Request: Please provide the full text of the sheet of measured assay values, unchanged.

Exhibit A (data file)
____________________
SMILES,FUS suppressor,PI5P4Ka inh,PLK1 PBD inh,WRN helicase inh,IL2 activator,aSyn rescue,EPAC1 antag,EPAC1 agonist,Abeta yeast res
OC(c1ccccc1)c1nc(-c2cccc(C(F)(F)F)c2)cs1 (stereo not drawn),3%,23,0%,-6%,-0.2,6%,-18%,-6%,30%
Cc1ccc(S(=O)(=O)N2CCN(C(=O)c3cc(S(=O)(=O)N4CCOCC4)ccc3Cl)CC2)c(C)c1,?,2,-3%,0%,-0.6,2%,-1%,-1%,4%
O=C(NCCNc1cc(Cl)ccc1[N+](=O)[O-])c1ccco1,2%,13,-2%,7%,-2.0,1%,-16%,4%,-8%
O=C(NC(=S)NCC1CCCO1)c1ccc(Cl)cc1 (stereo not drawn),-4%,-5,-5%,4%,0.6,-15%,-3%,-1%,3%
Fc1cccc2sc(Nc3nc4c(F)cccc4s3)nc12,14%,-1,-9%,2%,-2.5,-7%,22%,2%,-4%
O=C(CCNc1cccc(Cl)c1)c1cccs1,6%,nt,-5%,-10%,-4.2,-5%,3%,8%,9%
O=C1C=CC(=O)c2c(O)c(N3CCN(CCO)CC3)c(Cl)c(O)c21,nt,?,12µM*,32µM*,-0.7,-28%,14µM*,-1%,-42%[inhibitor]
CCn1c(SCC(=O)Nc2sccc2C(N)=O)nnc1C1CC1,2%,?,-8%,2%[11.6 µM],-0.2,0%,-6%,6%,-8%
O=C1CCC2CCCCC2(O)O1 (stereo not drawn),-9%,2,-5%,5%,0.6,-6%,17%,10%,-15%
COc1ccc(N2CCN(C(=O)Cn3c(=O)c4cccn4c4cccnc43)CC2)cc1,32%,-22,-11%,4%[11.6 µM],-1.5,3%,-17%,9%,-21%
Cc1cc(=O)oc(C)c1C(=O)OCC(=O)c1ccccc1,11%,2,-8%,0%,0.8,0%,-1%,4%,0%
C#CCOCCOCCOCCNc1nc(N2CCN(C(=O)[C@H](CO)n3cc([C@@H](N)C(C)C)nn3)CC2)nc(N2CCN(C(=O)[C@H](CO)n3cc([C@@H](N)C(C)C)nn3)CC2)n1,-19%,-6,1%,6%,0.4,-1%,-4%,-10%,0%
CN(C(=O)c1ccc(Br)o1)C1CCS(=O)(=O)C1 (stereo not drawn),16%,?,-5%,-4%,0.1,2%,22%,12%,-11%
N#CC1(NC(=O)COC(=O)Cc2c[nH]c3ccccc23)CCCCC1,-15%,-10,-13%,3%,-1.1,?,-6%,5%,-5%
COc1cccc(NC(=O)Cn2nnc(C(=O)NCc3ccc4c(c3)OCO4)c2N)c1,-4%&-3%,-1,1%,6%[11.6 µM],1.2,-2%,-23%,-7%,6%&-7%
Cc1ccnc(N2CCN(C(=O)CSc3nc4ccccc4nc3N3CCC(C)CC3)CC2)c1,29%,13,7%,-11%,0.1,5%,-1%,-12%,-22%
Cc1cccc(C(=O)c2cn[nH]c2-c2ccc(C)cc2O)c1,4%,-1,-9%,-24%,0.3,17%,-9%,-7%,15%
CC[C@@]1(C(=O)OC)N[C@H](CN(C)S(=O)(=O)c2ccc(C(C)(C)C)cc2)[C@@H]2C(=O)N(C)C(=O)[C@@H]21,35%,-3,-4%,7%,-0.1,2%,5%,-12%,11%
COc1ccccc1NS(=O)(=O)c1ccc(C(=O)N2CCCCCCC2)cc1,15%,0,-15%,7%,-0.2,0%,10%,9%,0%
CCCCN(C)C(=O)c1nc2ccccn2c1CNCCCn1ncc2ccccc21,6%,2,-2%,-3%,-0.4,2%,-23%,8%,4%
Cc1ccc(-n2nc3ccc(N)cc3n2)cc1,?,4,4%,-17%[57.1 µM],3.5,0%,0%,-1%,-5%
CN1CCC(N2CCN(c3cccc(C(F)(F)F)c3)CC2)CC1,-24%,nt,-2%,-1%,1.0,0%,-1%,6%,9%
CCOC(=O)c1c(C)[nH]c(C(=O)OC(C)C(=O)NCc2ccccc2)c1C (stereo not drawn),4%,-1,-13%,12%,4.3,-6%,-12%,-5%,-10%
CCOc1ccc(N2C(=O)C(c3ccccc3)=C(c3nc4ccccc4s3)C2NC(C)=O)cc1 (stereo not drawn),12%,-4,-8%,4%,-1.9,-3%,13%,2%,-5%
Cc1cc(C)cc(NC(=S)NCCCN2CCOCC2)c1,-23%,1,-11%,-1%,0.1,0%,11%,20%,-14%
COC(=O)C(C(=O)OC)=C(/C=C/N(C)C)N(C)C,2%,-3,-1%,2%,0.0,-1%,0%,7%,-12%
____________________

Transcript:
SMILES,FUS suppressor,PI5P4Ka inh,PLK1 PBD inh,WRN helicase inh,IL2 activator,aSyn rescue,EPAC1 antag,EPAC1 agonist,Abeta yeast res
OC(c1ccccc1)c1nc(-c2cccc(C(F)(F)F)c2)cs1 (stereo not drawn),3%,23,0%,-6%,-0.2,6%,-18%,-6%,30%
Cc1ccc(S(=O)(=O)N2CCN(C(=O)c3cc(S(=O)(=O)N4CCOCC4)ccc3Cl)CC2)c(C)c1,?,2,-3%,0%,-0.6,2%,-1%,-1%,4%
O=C(NCCNc1cc(Cl)ccc1[N+](=O)[O-])c1ccco1,2%,13,-2%,7%,-2.0,1%,-16%,4%,-8%
O=C(NC(=S)NCC1CCCO1)c1ccc(Cl)cc1 (stereo not drawn),-4%,-5,-5%,4%,0.6,-15%,-3%,-1%,3%
Fc1cccc2sc(Nc3nc4c(F)cccc4s3)nc12,14%,-1,-9%,2%,-2.5,-7%,22%,2%,-4%
O=C(CCNc1cccc(Cl)c1)c1cccs1,6%,nt,-5%,-10%,-4.2,-5%,3%,8%,9%
O=C1C=CC(=O)c2c(O)c(N3CCN(CCO)CC3)c(Cl)c(O)c21,nt,?,12µM*,32µM*,-0.7,-28%,14µM*,-1%,-42%[inhibitor]
CCn1c(SCC(=O)Nc2sccc2C(N)=O)nnc1C1CC1,2%,?,-8%,2%[11.6 µM],-0.2,0%,-6%,6%,-8%
O=C1CCC2CCCCC2(O)O1 (stereo not drawn),-9%,2,-5%,5%,0.6,-6%,17%,10%,-15%
COc1ccc(N2CCN(C(=O)Cn3c(=O)c4cccn4c4cccnc43)CC2)cc1,32%,-22,-11%,4%[11.6 µM],-1.5,3%,-17%,9%,-21%
Cc1cc(=O)oc(C)c1C(=O)OCC(=O)c1ccccc1,11%,2,-8%,0%,0.8,0%,-1%,4%,0%
C#CCOCCOCCOCCNc1nc(N2CCN(C(=O)[C@H](CO)n3cc([C@@H](N)C(C)C)nn3)CC2)nc(N2CCN(C(=O)[C@H](CO)n3cc([C@@H](N)C(C)C)nn3)CC2)n1,-19%,-6,1%,6%,0.4,-1%,-4%,-10%,0%
CN(C(=O)c1ccc(Br)o1)C1CCS(=O)(=O)C1 (stereo not drawn),16%,?,-5%,-4%,0.1,2%,22%,12%,-11%
N#CC1(NC(=O)COC(=O)Cc2c[nH]c3ccccc23)CCCCC1,-15%,-10,-13%,3%,-1.1,?,-6%,5%,-5%
COc1cccc(NC(=O)Cn2nnc(C(=O)NCc3ccc4c(c3)OCO4)c2N)c1,-4%&-3%,-1,1%,6%[11.6 µM],1.2,-2%,-23%,-7%,6%&-7%
Cc1ccnc(N2CCN(C(=O)CSc3nc4ccccc4nc3N3CCC(C)CC3)CC2)c1,29%,13,7%,-11%,0.1,5%,-1%,-12%,-22%
Cc1cccc(C(=O)c2cn[nH]c2-c2ccc(C)cc2O)c1,4%,-1,-9%,-24%,0.3,17%,-9%,-7%,15%
CC[C@@]1(C(=O)OC)N[C@H](CN(C)S(=O)(=O)c2ccc(C(C)(C)C)cc2)[C@@H]2C(=O)N(C)C(=O)[C@@H]21,35%,-3,-4%,7%,-0.1,2%,5%,-12%,11%
COc1ccccc1NS(=O)(=O)c1ccc(C(=O)N2CCCCCCC2)cc1,15%,0,-15%,7%,-0.2,0%,10%,9%,0%
CCCCN(C)C(=O)c1nc2ccccn2c1CNCCCn1ncc2ccccc21,6%,2,-2%,-3%,-0.4,2%,-23%,8%,4%
Cc1ccc(-n2nc3ccc(N)cc3n2)cc1,?,4,4%,-17%[57.1 µM],3.5,0%,0%,-1%,-5%
CN1CCC(N2CCN(c3cccc(C(F)(F)F)c3)CC2)CC1,-24%,nt,-2%,-1%,1.0,0%,-1%,6%,9%
CCOC(=O)c1c(C)[nH]c(C(=O)OC(C)C(=O)NCc2ccccc2)c1C (stereo not drawn),4%,-1,-13%,12%,4.3,-6%,-12%,-5%,-10%
CCOc1ccc(N2C(=O)C(c3ccccc3)=C(c3nc4ccccc4s3)C2NC(C)=O)cc1 (stereo not drawn),12%,-4,-8%,4%,-1.9,-3%,13%,2%,-5%
Cc1cc(C)cc(NC(=S)NCCCN2CCOCC2)c1,-23%,1,-11%,-1%,0.1,0%,11%,20%,-14%
COC(=O)C(C(=O)OC)=C(/C=C/N(C)C)N(C)C,2%,-3,-1%,2%,0.0,-1%,0%,7%,-12%